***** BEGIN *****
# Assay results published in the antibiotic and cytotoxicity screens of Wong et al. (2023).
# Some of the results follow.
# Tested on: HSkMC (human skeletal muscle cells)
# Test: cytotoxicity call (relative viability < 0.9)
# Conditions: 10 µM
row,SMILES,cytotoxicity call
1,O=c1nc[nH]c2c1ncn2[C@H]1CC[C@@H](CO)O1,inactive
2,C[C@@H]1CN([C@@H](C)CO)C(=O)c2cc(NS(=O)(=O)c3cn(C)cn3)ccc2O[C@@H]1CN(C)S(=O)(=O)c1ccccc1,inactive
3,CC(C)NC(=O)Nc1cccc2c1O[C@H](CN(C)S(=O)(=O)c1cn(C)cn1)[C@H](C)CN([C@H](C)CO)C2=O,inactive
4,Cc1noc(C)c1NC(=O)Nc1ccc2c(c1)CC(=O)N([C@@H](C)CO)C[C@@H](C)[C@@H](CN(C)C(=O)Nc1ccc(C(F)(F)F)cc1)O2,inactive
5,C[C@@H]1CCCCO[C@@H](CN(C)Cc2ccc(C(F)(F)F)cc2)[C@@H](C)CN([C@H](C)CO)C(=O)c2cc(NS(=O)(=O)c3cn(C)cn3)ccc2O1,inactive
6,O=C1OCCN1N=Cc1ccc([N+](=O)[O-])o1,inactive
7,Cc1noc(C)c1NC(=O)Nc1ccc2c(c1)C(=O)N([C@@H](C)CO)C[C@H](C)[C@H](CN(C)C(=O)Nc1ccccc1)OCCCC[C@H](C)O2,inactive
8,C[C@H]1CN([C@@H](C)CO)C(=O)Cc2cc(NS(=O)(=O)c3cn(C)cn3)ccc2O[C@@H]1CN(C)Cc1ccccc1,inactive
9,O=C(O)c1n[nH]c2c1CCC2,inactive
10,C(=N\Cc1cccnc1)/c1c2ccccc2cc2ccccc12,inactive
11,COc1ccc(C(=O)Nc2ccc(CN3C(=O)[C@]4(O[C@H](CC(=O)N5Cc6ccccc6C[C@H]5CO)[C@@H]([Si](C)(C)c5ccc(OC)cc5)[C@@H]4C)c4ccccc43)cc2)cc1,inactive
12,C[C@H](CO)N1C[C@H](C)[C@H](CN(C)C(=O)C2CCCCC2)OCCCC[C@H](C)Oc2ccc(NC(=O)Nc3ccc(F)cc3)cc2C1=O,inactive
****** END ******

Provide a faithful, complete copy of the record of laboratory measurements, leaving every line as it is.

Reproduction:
# Assay results published in the antibiotic and cytotoxicity screens of Wong et al. (2023).
# Some of the results follow.
# Tested on: HSkMC (human skeletal muscle cells)
# Test: cytotoxicity call (relative viability < 0.9)
# Conditions: 10 µM
row,SMILES,cytotoxicity call
1,O=c1nc[nH]c2c1ncn2[C@H]1CC[C@@H](CO)O1,inactive
2,C[C@@H]1CN([C@@H](C)CO)C(=O)c2cc(NS(=O)(=O)c3cn(C)cn3)ccc2O[C@@H]1CN(C)S(=O)(=O)c1ccccc1,inactive
3,CC(C)NC(=O)Nc1cccc2c1O[C@H](CN(C)S(=O)(=O)c1cn(C)cn1)[C@H](C)CN([C@H](C)CO)C2=O,inactive
4,Cc1noc(C)c1NC(=O)Nc1ccc2c(c1)CC(=O)N([C@@H](C)CO)C[C@@H](C)[C@@H](CN(C)C(=O)Nc1ccc(C(F)(F)F)cc1)O2,inactive
5,C[C@@H]1CCCCO[C@@H](CN(C)Cc2ccc(C(F)(F)F)cc2)[C@@H](C)CN([C@H](C)CO)C(=O)c2cc(NS(=O)(=O)c3cn(C)cn3)ccc2O1,inactive
6,O=C1OCCN1N=Cc1ccc([N+](=O)[O-])o1,inactive
7,Cc1noc(C)c1NC(=O)Nc1ccc2c(c1)C(=O)N([C@@H](C)CO)C[C@H](C)[C@H](CN(C)C(=O)Nc1ccccc1)OCCCC[C@H](C)O2,inactive
8,C[C@H]1CN([C@@H](C)CO)C(=O)Cc2cc(NS(=O)(=O)c3cn(C)cn3)ccc2O[C@@H]1CN(C)Cc1ccccc1,inactive
9,O=C(O)c1n[nH]c2c1CCC2,inactive
10,C(=N\Cc1cccnc1)/c1c2ccccc2cc2ccccc12,inactive
11,COc1ccc(C(=O)Nc2ccc(CN3C(=O)[C@]4(O[C@H](CC(=O)N5Cc6ccccc6C[C@H]5CO)[C@@H]([Si](C)(C)c5ccc(OC)cc5)[C@@H]4C)c4ccccc43)cc2)cc1,inactive
12,C[C@H](CO)N1C[C@H](C)[C@H](CN(C)C(=O)C2CCCCC2)OCCCC[C@H](C)Oc2ccc(NC(=O)Nc3ccc(F)cc3)cc2C1=O,inactive